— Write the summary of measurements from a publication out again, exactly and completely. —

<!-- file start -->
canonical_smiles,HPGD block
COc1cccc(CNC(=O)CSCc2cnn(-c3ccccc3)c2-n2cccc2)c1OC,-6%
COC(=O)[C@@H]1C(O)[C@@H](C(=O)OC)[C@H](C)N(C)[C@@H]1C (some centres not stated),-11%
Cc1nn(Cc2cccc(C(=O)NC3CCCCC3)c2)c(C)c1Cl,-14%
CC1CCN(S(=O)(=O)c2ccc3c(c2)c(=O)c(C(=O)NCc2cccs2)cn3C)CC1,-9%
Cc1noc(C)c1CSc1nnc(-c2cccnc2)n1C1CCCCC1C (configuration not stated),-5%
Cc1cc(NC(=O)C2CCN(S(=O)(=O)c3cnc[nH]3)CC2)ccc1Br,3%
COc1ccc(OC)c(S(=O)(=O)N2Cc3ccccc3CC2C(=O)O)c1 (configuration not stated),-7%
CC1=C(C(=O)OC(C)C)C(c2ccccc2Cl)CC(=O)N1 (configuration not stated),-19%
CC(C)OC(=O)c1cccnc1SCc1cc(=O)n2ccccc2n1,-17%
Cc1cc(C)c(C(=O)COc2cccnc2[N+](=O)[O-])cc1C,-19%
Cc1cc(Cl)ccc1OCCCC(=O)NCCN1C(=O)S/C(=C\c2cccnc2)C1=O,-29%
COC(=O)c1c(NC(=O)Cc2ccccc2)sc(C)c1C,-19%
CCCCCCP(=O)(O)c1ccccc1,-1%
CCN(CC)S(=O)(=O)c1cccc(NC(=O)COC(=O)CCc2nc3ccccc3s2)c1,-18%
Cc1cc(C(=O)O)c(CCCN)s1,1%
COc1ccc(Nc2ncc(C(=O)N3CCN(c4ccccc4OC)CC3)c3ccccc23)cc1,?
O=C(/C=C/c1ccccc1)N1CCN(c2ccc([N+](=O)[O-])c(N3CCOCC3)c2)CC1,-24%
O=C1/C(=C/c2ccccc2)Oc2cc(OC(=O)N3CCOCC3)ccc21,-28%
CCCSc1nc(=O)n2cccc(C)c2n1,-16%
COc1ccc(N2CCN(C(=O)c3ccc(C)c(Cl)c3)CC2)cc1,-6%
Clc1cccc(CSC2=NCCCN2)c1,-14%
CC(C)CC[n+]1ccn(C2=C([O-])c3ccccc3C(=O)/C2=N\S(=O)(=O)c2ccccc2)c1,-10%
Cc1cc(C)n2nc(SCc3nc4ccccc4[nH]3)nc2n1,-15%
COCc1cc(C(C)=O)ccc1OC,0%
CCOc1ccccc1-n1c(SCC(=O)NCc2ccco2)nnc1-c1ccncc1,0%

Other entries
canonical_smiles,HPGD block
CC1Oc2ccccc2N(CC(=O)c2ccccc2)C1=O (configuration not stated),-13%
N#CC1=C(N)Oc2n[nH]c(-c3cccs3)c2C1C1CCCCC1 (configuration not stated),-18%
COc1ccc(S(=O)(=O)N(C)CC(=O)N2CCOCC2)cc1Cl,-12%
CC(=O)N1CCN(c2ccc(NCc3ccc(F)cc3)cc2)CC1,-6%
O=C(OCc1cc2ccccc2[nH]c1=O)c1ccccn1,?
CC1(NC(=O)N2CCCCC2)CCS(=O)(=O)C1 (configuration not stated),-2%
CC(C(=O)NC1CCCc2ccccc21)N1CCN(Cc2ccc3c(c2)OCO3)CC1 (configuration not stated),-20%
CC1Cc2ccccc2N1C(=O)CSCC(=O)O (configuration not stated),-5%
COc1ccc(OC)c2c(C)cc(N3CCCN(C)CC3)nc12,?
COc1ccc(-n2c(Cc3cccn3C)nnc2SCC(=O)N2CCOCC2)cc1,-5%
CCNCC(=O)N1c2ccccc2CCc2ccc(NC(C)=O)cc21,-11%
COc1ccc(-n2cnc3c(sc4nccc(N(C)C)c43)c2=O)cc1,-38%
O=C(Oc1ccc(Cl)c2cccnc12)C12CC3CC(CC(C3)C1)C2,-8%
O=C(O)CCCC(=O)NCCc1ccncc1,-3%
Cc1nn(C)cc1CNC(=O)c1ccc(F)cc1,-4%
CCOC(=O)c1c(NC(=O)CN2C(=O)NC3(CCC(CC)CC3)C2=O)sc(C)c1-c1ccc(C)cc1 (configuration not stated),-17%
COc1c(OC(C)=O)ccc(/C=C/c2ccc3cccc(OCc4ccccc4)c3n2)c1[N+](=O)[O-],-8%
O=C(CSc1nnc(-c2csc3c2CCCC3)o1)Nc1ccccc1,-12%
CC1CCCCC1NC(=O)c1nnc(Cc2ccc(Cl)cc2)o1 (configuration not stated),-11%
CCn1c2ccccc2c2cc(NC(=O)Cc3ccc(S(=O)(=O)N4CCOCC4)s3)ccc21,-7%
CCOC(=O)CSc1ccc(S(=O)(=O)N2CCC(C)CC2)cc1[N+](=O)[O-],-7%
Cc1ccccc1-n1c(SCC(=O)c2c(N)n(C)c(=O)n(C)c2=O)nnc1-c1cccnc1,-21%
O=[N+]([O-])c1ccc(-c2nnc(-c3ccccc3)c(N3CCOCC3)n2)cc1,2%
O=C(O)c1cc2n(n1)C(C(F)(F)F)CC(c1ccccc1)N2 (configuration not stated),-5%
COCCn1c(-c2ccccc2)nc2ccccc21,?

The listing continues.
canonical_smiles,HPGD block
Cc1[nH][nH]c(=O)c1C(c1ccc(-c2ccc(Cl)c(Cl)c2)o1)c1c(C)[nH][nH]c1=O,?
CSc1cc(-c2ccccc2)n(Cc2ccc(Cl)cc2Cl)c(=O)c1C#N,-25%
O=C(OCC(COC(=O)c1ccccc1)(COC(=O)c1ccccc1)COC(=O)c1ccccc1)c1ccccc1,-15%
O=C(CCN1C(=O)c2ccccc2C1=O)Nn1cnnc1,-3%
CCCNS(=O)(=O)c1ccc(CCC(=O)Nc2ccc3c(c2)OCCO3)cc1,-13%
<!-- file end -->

canonical_smiles,HPGD block
COc1cccc(CNC(=O)CSCc2cnn(-c3ccccc3)c2-n2cccc2)c1OC,-6%
COC(=O)[C@@H]1C(O)[C@@H](C(=O)OC)[C@H](C)N(C)[C@@H]1C (some centres not stated),-11%
Cc1nn(Cc2cccc(C(=O)NC3CCCCC3)c2)c(C)c1Cl,-14%
CC1CCN(S(=O)(=O)c2ccc3c(c2)c(=O)c(C(=O)NCc2cccs2)cn3C)CC1,-9%
Cc1noc(C)c1CSc1nnc(-c2cccnc2)n1C1CCCCC1C (configuration not stated),-5%
Cc1cc(NC(=O)C2CCN(S(=O)(=O)c3cnc[nH]3)CC2)ccc1Br,3%
COc1ccc(OC)c(S(=O)(=O)N2Cc3ccccc3CC2C(=O)O)c1 (configuration not stated),-7%
CC1=C(C(=O)OC(C)C)C(c2ccccc2Cl)CC(=O)N1 (configuration not stated),-19%
CC(C)OC(=O)c1cccnc1SCc1cc(=O)n2ccccc2n1,-17%
Cc1cc(C)c(C(=O)COc2cccnc2[N+](=O)[O-])cc1C,-19%
Cc1cc(Cl)ccc1OCCCC(=O)NCCN1C(=O)S/C(=C\c2cccnc2)C1=O,-29%
COC(=O)c1c(NC(=O)Cc2ccccc2)sc(C)c1C,-19%
CCCCCCP(=O)(O)c1ccccc1,-1%
CCN(CC)S(=O)(=O)c1cccc(NC(=O)COC(=O)CCc2nc3ccccc3s2)c1,-18%
Cc1cc(C(=O)O)c(CCCN)s1,1%
COc1ccc(Nc2ncc(C(=O)N3CCN(c4ccccc4OC)CC3)c3ccccc23)cc1,?
O=C(/C=C/c1ccccc1)N1CCN(c2ccc([N+](=O)[O-])c(N3CCOCC3)c2)CC1,-24%
O=C1/C(=C/c2ccccc2)Oc2cc(OC(=O)N3CCOCC3)ccc21,-28%
CCCSc1nc(=O)n2cccc(C)c2n1,-16%
COc1ccc(N2CCN(C(=O)c3ccc(C)c(Cl)c3)CC2)cc1,-6%
Clc1cccc(CSC2=NCCCN2)c1,-14%
CC(C)CC[n+]1ccn(C2=C([O-])c3ccccc3C(=O)/C2=N\S(=O)(=O)c2ccccc2)c1,-10%
Cc1cc(C)n2nc(SCc3nc4ccccc4[nH]3)nc2n1,-15%
COCc1cc(C(C)=O)ccc1OC,0%
CCOc1ccccc1-n1c(SCC(=O)NCc2ccco2)nnc1-c1ccncc1,0%

Other entries
canonical_smiles,HPGD block
CC1Oc2ccccc2N(CC(=O)c2ccccc2)C1=O (configuration not stated),-13%
N#CC1=C(N)Oc2n[nH]c(-c3cccs3)c2C1C1CCCCC1 (configuration not stated),-18%
COc1ccc(S(=O)(=O)N(C)CC(=O)N2CCOCC2)cc1Cl,-12%
CC(=O)N1CCN(c2ccc(NCc3ccc(F)cc3)cc2)CC1,-6%
O=C(OCc1cc2ccccc2[nH]c1=O)c1ccccn1,?
CC1(NC(=O)N2CCCCC2)CCS(=O)(=O)C1 (configuration not stated),-2%
CC(C(=O)NC1CCCc2ccccc21)N1CCN(Cc2ccc3c(c2)OCO3)CC1 (configuration not stated),-20%
CC1Cc2ccccc2N1C(=O)CSCC(=O)O (configuration not stated),-5%
COc1ccc(OC)c2c(C)cc(N3CCCN(C)CC3)nc12,?
COc1ccc(-n2c(Cc3cccn3C)nnc2SCC(=O)N2CCOCC2)cc1,-5%
CCNCC(=O)N1c2ccccc2CCc2ccc(NC(C)=O)cc21,-11%
COc1ccc(-n2cnc3c(sc4nccc(N(C)C)c43)c2=O)cc1,-38%
O=C(Oc1ccc(Cl)c2cccnc12)C12CC3CC(CC(C3)C1)C2,-8%
O=C(O)CCCC(=O)NCCc1ccncc1,-3%
Cc1nn(C)cc1CNC(=O)c1ccc(F)cc1,-4%
CCOC(=O)c1c(NC(=O)CN2C(=O)NC3(CCC(CC)CC3)C2=O)sc(C)c1-c1ccc(C)cc1 (configuration not stated),-17%
COc1c(OC(C)=O)ccc(/C=C/c2ccc3cccc(OCc4ccccc4)c3n2)c1[N+](=O)[O-],-8%
O=C(CSc1nnc(-c2csc3c2CCCC3)o1)Nc1ccccc1,-12%
CC1CCCCC1NC(=O)c1nnc(Cc2ccc(Cl)cc2)o1 (configuration not stated),-11%
CCn1c2ccccc2c2cc(NC(=O)Cc3ccc(S(=O)(=O)N4CCOCC4)s3)ccc21,-7%
CCOC(=O)CSc1ccc(S(=O)(=O)N2CCC(C)CC2)cc1[N+](=O)[O-],-7%
Cc1ccccc1-n1c(SCC(=O)c2c(N)n(C)c(=O)n(C)c2=O)nnc1-c1cccnc1,-21%
O=[N+]([O-])c1ccc(-c2nnc(-c3ccccc3)c(N3CCOCC3)n2)cc1,2%
O=C(O)c1cc2n(n1)C(C(F)(F)F)CC(c1ccccc1)N2 (configuration not stated),-5%
COCCn1c(-c2ccccc2)nc2ccccc21,?

The listing continues.
canonical_smiles,HPGD block
Cc1[nH][nH]c(=O)c1C(c1ccc(-c2ccc(Cl)c(Cl)c2)o1)c1c(C)[nH][nH]c1=O,?
CSc1cc(-c2ccccc2)n(Cc2ccc(Cl)cc2Cl)c(=O)c1C#N,-25%
O=C(OCC(COC(=O)c1ccccc1)(COC(=O)c1ccccc1)COC(=O)c1ccccc1)c1ccccc1,-15%
O=C(CCN1C(=O)c2ccccc2C1=O)Nn1cnnc1,-3%
CCCNS(=O)(=O)c1ccc(CCC(=O)Nc2ccc3c(c2)OCCO3)cc1,-13%